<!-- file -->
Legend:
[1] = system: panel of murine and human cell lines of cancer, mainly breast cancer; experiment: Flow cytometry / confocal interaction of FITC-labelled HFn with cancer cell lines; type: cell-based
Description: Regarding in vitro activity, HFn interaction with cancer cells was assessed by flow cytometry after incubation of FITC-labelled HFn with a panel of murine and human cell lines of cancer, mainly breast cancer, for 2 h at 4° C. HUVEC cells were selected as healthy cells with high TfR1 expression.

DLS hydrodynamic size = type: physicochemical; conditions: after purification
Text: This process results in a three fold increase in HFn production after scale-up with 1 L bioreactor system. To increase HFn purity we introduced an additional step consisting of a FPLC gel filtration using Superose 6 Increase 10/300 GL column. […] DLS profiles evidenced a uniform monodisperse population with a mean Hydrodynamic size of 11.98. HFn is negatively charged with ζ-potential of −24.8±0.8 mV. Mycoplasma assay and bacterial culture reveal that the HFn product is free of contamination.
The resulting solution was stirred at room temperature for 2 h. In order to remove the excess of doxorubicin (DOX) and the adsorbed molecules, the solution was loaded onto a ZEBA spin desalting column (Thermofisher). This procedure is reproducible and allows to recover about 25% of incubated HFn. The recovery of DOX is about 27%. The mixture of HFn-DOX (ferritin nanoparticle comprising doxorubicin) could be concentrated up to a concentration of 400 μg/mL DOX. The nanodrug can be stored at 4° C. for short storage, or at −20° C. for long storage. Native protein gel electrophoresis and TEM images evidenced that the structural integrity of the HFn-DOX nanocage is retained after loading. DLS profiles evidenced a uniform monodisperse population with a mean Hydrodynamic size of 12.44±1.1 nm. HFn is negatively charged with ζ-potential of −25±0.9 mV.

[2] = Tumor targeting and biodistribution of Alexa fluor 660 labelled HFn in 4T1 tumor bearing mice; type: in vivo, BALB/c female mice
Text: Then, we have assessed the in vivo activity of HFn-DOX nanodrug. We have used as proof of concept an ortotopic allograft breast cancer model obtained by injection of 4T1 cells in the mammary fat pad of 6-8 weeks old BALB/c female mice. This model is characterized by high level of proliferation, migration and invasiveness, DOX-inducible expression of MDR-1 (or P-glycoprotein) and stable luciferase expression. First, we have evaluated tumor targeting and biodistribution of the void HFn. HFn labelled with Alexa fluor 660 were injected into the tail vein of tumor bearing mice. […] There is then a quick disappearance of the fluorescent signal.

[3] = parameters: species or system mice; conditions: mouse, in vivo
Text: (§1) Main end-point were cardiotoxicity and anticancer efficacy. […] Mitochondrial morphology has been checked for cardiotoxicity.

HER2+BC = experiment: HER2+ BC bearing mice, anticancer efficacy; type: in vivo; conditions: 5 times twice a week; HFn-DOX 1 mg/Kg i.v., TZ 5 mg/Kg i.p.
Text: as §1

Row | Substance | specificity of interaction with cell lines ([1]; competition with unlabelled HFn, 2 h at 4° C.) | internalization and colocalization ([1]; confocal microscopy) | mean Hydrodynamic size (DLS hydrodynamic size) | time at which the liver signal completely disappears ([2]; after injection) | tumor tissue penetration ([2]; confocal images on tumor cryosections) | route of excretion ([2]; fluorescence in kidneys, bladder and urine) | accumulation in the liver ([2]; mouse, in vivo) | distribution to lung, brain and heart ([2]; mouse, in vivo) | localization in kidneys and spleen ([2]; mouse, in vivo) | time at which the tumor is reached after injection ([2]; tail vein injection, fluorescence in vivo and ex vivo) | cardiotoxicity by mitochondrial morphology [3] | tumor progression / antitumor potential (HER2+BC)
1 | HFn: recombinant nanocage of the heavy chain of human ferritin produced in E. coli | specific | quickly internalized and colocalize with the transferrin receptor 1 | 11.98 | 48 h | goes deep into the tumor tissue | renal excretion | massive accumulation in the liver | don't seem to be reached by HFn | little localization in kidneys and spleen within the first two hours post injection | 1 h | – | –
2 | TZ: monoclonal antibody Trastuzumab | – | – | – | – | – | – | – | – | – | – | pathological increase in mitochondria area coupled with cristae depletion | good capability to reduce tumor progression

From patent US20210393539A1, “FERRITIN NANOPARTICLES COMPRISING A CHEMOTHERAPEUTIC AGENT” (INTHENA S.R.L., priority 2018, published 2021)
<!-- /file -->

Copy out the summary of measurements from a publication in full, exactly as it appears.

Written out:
Legend:
[1] = system: panel of murine and human cell lines of cancer, mainly breast cancer; experiment: Flow cytometry / confocal interaction of FITC-labelled HFn with cancer cell lines; type: cell-based
Description: Regarding in vitro activity, HFn interaction with cancer cells was assessed by flow cytometry after incubation of FITC-labelled HFn with a panel of murine and human cell lines of cancer, mainly breast cancer, for 2 h at 4° C. HUVEC cells were selected as healthy cells with high TfR1 expression.

DLS hydrodynamic size = type: physicochemical; conditions: after purification
Text: This process results in a three fold increase in HFn production after scale-up with 1 L bioreactor system. To increase HFn purity we introduced an additional step consisting of a FPLC gel filtration using Superose 6 Increase 10/300 GL column. […] DLS profiles evidenced a uniform monodisperse population with a mean Hydrodynamic size of 11.98. HFn is negatively charged with ζ-potential of −24.8±0.8 mV. Mycoplasma assay and bacterial culture reveal that the HFn product is free of contamination.
The resulting solution was stirred at room temperature for 2 h. In order to remove the excess of doxorubicin (DOX) and the adsorbed molecules, the solution was loaded onto a ZEBA spin desalting column (Thermofisher). This procedure is reproducible and allows to recover about 25% of incubated HFn. The recovery of DOX is about 27%. The mixture of HFn-DOX (ferritin nanoparticle comprising doxorubicin) could be concentrated up to a concentration of 400 μg/mL DOX. The nanodrug can be stored at 4° C. for short storage, or at −20° C. for long storage. Native protein gel electrophoresis and TEM images evidenced that the structural integrity of the HFn-DOX nanocage is retained after loading. DLS profiles evidenced a uniform monodisperse population with a mean Hydrodynamic size of 12.44±1.1 nm. HFn is negatively charged with ζ-potential of −25±0.9 mV.

[2] = Tumor targeting and biodistribution of Alexa fluor 660 labelled HFn in 4T1 tumor bearing mice; type: in vivo, BALB/c female mice
Text: Then, we have assessed the in vivo activity of HFn-DOX nanodrug. We have used as proof of concept an ortotopic allograft breast cancer model obtained by injection of 4T1 cells in the mammary fat pad of 6-8 weeks old BALB/c female mice. This model is characterized by high level of proliferation, migration and invasiveness, DOX-inducible expression of MDR-1 (or P-glycoprotein) and stable luciferase expression. First, we have evaluated tumor targeting and biodistribution of the void HFn. HFn labelled with Alexa fluor 660 were injected into the tail vein of tumor bearing mice. […] There is then a quick disappearance of the fluorescent signal.

[3] = parameters: species or system mice; conditions: mouse, in vivo
Text: (§1) Main end-point were cardiotoxicity and anticancer efficacy. […] Mitochondrial morphology has been checked for cardiotoxicity.

HER2+BC = experiment: HER2+ BC bearing mice, anticancer efficacy; type: in vivo; conditions: 5 times twice a week; HFn-DOX 1 mg/Kg i.v., TZ 5 mg/Kg i.p.
Text: as §1

Row | Substance | specificity of interaction with cell lines ([1]; competition with unlabelled HFn, 2 h at 4° C.) | internalization and colocalization ([1]; confocal microscopy) | mean Hydrodynamic size (DLS hydrodynamic size) | time at which the liver signal completely disappears ([2]; after injection) | tumor tissue penetration ([2]; confocal images on tumor cryosections) | route of excretion ([2]; fluorescence in kidneys, bladder and urine) | accumulation in the liver ([2]; mouse, in vivo) | distribution to lung, brain and heart ([2]; mouse, in vivo) | localization in kidneys and spleen ([2]; mouse, in vivo) | time at which the tumor is reached after injection ([2]; tail vein injection, fluorescence in vivo and ex vivo) | cardiotoxicity by mitochondrial morphology [3] | tumor progression / antitumor potential (HER2+BC)
1 | HFn: recombinant nanocage of the heavy chain of human ferritin produced in E. coli | specific | quickly internalized and colocalize with the transferrin receptor 1 | 11.98 | 48 h | goes deep into the tumor tissue | renal excretion | massive accumulation in the liver | don't seem to be reached by HFn | little localization in kidneys and spleen within the first two hours post injection | 1 h | – | –
2 | TZ: monoclonal antibody Trastuzumab | – | – | – | – | – | – | – | – | – | – | pathological increase in mitochondria area coupled with cristae depletion | good capability to reduce tumor progression

From patent US20210393539A1, “FERRITIN NANOPARTICLES COMPRISING A CHEMOTHERAPEUTIC AGENT” (INTHENA S.R.L., priority 2018, published 2021)